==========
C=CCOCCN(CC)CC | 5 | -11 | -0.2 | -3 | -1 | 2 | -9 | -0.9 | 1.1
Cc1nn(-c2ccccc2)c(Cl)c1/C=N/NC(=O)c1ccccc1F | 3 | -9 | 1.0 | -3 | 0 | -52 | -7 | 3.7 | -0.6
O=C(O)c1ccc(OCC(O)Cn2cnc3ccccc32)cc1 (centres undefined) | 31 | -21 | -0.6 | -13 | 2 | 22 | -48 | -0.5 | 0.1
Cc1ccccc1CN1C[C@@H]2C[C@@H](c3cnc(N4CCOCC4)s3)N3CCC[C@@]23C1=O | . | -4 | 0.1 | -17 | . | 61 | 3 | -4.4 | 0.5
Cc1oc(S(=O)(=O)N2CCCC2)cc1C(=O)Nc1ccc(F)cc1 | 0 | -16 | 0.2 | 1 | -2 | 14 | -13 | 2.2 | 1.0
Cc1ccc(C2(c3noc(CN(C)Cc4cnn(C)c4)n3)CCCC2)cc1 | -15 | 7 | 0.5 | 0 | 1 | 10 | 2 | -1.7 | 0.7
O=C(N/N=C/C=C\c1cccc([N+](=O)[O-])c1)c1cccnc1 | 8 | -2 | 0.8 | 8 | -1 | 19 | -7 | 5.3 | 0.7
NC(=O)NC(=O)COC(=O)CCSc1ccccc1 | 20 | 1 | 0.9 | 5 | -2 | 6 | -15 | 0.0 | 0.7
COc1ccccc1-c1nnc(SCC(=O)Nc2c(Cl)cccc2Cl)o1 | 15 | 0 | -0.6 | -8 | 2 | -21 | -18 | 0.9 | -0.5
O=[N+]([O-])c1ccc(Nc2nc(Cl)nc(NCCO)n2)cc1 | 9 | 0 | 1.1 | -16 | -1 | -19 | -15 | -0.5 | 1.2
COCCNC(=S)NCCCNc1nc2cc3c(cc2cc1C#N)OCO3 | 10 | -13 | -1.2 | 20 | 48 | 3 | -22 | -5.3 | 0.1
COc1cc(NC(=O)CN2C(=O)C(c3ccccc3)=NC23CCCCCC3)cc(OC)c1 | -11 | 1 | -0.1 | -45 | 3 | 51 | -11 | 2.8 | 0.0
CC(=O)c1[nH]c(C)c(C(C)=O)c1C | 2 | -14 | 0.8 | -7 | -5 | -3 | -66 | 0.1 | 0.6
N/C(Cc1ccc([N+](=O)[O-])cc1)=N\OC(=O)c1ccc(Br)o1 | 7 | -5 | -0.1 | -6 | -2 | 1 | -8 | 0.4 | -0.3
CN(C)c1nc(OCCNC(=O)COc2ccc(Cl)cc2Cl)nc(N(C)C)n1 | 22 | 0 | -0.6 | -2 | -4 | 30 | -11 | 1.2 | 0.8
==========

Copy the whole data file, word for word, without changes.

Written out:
C=CCOCCN(CC)CC | 5 | -11 | -0.2 | -3 | -1 | 2 | -9 | -0.9 | 1.1
Cc1nn(-c2ccccc2)c(Cl)c1/C=N/NC(=O)c1ccccc1F | 3 | -9 | 1.0 | -3 | 0 | -52 | -7 | 3.7 | -0.6
O=C(O)c1ccc(OCC(O)Cn2cnc3ccccc32)cc1 (centres undefined) | 31 | -21 | -0.6 | -13 | 2 | 22 | -48 | -0.5 | 0.1
Cc1ccccc1CN1C[C@@H]2C[C@@H](c3cnc(N4CCOCC4)s3)N3CCC[C@@]23C1=O | . | -4 | 0.1 | -17 | . | 61 | 3 | -4.4 | 0.5
Cc1oc(S(=O)(=O)N2CCCC2)cc1C(=O)Nc1ccc(F)cc1 | 0 | -16 | 0.2 | 1 | -2 | 14 | -13 | 2.2 | 1.0
Cc1ccc(C2(c3noc(CN(C)Cc4cnn(C)c4)n3)CCCC2)cc1 | -15 | 7 | 0.5 | 0 | 1 | 10 | 2 | -1.7 | 0.7
O=C(N/N=C/C=C\c1cccc([N+](=O)[O-])c1)c1cccnc1 | 8 | -2 | 0.8 | 8 | -1 | 19 | -7 | 5.3 | 0.7
NC(=O)NC(=O)COC(=O)CCSc1ccccc1 | 20 | 1 | 0.9 | 5 | -2 | 6 | -15 | 0.0 | 0.7
COc1ccccc1-c1nnc(SCC(=O)Nc2c(Cl)cccc2Cl)o1 | 15 | 0 | -0.6 | -8 | 2 | -21 | -18 | 0.9 | -0.5
O=[N+]([O-])c1ccc(Nc2nc(Cl)nc(NCCO)n2)cc1 | 9 | 0 | 1.1 | -16 | -1 | -19 | -15 | -0.5 | 1.2
COCCNC(=S)NCCCNc1nc2cc3c(cc2cc1C#N)OCO3 | 10 | -13 | -1.2 | 20 | 48 | 3 | -22 | -5.3 | 0.1
COc1cc(NC(=O)CN2C(=O)C(c3ccccc3)=NC23CCCCCC3)cc(OC)c1 | -11 | 1 | -0.1 | -45 | 3 | 51 | -11 | 2.8 | 0.0
CC(=O)c1[nH]c(C)c(C(C)=O)c1C | 2 | -14 | 0.8 | -7 | -5 | -3 | -66 | 0.1 | 0.6
N/C(Cc1ccc([N+](=O)[O-])cc1)=N\OC(=O)c1ccc(Br)o1 | 7 | -5 | -0.1 | -6 | -2 | 1 | -8 | 0.4 | -0.3
CN(C)c1nc(OCCNC(=O)COc2ccc(Cl)cc2Cl)nc(N(C)C)n1 | 22 | 0 | -0.6 | -2 | -4 | 30 | -11 | 1.2 | 0.8